From idea to retail merchandizing, it can take what seems like an eternity to bring your new product to life. If your product is a pharmaceutical, it will take over a decade. The reason we have a patent system is to provide the inventor with exclusivity on the idea for a long enough period of time that it can actually make it to a store shelf before a bigger company can steal it and do it faster. Skipping the patent for your idea is one shortcut you most certainly do not want to take.
That said, there are shortcuts that can give you a competitive advantage. Whatever innovation you have conceived, there is an excellent chance that someone else is feverishly working on something similar. Patent or no, it is always a race to market. It may not be everything. But there is definitely some benefit to getting there first. Here are three things you can do to help you capture the flag:
Simplify Your Computing Architecture
There is a good chance your project involves a computer at some level. It may not be the kind that plays solitaire and runs spreadsheets. But almost everything with a plug or a battery is powered by a computer chip. Overcomplicating that computing element can slow your project to a crawl.
But there is no need to reinvent the wheel when it comes to embedded computing. There are plenty of companies that have this sort of thing already figured out. You can save a lot of time and money by leveraging their expertise, while at the same time, getting a component customized to your needs. One maker of custom computer modules, Kontron, puts it this way:
Computer-on-Modules (COM) are highly integrated computer modules that support system expansion and application-specific customization without the use of cables. When using a Computer-on-Module, customers don’t need to worry about the complex design of the COM, instead freeing them to concentrate on their core business.
With so many Computer-on-Modules and System on a Chip options, there is no reason to spend the lion’s share of your resources developing your own silicon solutions.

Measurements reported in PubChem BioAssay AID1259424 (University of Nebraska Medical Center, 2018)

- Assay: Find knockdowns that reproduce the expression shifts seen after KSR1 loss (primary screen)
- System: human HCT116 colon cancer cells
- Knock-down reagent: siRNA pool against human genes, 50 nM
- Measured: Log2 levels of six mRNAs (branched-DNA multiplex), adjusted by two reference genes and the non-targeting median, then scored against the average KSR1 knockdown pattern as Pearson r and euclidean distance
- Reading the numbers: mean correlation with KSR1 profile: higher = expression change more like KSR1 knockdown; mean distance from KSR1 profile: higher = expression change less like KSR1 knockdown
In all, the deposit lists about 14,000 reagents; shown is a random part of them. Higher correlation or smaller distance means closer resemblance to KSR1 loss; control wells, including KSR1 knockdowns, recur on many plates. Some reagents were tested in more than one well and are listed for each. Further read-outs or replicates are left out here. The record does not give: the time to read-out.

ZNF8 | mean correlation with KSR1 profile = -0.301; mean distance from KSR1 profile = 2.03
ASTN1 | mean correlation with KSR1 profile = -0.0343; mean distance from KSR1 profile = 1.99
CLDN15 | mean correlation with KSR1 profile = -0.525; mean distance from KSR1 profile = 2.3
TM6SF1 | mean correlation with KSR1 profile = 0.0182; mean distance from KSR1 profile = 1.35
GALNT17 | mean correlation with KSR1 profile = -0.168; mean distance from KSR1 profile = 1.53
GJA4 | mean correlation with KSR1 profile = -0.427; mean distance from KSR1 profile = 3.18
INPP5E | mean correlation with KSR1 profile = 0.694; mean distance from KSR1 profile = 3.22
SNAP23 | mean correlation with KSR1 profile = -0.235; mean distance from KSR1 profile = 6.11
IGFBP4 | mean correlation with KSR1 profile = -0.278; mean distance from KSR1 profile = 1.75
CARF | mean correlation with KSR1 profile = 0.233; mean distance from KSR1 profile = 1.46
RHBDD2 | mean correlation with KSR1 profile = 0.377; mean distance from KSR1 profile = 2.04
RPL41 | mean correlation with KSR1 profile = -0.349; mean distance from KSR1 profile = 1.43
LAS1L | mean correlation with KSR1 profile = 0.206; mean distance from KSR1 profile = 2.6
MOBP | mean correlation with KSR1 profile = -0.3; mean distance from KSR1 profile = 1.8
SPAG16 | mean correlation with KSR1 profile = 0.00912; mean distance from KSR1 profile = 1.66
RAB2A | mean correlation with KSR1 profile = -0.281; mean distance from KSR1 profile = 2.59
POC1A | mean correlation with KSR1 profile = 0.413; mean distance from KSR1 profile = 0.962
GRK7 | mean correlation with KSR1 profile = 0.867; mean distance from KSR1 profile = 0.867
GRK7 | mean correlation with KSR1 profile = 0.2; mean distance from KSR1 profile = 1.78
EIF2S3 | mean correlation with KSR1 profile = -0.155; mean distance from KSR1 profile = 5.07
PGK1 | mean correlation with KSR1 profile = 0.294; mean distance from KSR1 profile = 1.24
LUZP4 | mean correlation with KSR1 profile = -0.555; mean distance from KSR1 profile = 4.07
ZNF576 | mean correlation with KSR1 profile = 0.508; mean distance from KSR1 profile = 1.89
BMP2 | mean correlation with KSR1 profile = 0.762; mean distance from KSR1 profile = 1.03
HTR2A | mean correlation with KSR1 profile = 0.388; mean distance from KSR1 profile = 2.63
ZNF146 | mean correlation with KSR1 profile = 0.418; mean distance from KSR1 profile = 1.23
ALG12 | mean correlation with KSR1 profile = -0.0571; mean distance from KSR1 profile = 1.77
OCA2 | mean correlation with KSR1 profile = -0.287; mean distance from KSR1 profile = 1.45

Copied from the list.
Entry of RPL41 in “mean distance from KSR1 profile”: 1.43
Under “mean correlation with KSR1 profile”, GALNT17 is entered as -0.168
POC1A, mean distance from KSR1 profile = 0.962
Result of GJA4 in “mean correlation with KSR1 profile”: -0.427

Model It Before You Build It
This may seem like an extra step. But I assure you, it isn’t. Often, the difference between producing a good product and a bad one is having the ability to see it before you send it into production. In a piece on innovations that are revolutionizing the manufacturing industry, two dealt with product modeling.
One way to model a product is virtually. Computers are powerful enough to model just about anything with a stunning degree of accuracy. You can test many aspects of the product without manufacturing a single part. You can find out if your design will hold up to heat, pressure, or force without spending a lot of time and money learning it the hard way. You can also use computer modeling to refine the design before you build it.
After you have refined your model, you can just send it to the printer, not the inkjet, the 3D printer. 3D printers are so inexpensive, even average people can buy them just to play around with the possibilities. You can use this very accessible technology to make actual models. That way, you can test things like how the product feels in the hand. That is something that computer models will not be able to convey. But modeling it before you build it, you can save a lot of time and money by getting it right the first time.
Crowd Fund It
Finally, one of the most time consuming aspects of a project is finding the funding. These days, you can use a service like Kickstarter to crowd fund your project in just a few weeks. One of the best reviewed iPad keyboards was started in just that way. A bank may not give you millions to fund your project. But the people who will want to buy your product will do just that. Crowd funding is also a great way to test your product’s market viability.
Letting someone else design the silicon, modeling, and crowd funding are three things that can get your project from idea to retail ahead of the competition.